A List Apart has an article about the value of sketching and outlines the need to just get stuff on paper in a tangible form, rather than fussing about how pretty things look or worrying about “artistic” quality.
When you feel inadequate in your sketching, pause and reconsider your perspective. Don’t worry how well you draw. Instead, think of your sketching as visual thinking, which works regardless of your drawing quality. Ugly gets the job done just fine.
While sketching can be an essential part of the design process, I think it can help with many different types of work. It can be a great tool to help explain things to people and often the final sketch itself is less relevant than the steps that were taken to bring it about.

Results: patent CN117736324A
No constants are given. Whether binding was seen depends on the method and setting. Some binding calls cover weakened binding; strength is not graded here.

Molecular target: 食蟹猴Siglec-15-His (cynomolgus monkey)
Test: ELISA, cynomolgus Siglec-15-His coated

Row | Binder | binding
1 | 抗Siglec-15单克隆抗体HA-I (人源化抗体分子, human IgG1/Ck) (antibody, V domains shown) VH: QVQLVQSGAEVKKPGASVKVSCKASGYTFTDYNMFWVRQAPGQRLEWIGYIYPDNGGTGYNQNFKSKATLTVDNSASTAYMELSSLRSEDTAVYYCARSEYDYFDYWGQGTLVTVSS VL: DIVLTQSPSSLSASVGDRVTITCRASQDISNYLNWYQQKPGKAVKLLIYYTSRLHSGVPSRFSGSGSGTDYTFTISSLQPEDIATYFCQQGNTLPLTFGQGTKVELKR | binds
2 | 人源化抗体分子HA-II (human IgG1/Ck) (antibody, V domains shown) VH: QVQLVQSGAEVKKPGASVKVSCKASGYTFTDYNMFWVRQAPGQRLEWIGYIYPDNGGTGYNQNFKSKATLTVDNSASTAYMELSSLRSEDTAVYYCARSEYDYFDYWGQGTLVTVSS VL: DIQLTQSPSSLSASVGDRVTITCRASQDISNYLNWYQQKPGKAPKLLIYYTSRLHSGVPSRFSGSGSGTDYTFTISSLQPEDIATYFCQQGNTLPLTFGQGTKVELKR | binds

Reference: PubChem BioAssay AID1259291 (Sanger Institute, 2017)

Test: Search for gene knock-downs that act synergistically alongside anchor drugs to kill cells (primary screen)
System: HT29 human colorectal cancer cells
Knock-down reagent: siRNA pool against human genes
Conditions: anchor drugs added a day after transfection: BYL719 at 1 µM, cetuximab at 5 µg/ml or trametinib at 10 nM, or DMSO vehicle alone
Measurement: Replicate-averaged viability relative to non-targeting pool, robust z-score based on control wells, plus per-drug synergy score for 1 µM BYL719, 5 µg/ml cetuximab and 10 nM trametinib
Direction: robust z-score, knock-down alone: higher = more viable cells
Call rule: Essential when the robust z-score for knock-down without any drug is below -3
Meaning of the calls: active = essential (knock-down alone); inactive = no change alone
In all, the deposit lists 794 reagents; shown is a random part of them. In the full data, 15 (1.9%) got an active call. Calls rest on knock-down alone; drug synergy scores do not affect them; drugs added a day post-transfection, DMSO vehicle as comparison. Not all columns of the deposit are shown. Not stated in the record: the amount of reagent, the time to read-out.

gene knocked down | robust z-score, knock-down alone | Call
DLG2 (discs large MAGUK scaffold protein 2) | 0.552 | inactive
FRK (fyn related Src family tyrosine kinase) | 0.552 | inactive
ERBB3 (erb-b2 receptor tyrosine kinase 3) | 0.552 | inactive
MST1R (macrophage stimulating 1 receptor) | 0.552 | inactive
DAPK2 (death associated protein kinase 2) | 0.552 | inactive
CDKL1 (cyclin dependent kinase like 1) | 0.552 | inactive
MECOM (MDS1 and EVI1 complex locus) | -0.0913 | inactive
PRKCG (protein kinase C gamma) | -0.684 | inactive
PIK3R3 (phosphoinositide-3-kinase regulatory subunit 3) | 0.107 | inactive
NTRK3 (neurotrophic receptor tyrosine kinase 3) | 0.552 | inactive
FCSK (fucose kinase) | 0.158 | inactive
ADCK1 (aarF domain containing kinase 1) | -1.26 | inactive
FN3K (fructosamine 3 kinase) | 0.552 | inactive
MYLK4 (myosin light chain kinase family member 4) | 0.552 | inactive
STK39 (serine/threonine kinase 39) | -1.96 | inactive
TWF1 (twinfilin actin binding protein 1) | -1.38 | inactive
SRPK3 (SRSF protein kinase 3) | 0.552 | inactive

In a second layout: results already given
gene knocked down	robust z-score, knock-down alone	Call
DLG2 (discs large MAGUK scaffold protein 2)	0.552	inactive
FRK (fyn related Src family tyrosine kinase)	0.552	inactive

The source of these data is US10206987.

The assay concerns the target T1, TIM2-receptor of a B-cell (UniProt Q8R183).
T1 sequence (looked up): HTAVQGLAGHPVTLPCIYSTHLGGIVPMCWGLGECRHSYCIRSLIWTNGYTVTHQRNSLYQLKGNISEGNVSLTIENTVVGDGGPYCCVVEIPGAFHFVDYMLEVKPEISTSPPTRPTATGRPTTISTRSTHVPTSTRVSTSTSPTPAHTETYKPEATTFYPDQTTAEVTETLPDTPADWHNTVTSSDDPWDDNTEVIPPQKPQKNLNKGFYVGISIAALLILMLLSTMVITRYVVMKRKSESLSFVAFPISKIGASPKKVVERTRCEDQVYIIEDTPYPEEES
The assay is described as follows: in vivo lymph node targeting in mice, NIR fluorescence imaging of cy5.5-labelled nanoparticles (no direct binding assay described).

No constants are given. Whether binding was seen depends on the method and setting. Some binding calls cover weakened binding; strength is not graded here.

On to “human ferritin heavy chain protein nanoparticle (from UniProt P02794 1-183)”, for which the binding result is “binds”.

For example, I remember seeing the video below during the financial madness of late 2008. Paddy Hirsch of American Public Media takes the complexity of synthetic collateralized debt obligations, tranches and credit default swaps and, through the use of simple stick figures and wine glasses, brings it down to a basic level that is more easily understood. The final product isn’t a pretty picture (it’s a whiteboard, after all) but getting those ideas out quickly and simply is valuable and meaningful. Now I know why I got sacked from Condé Naste!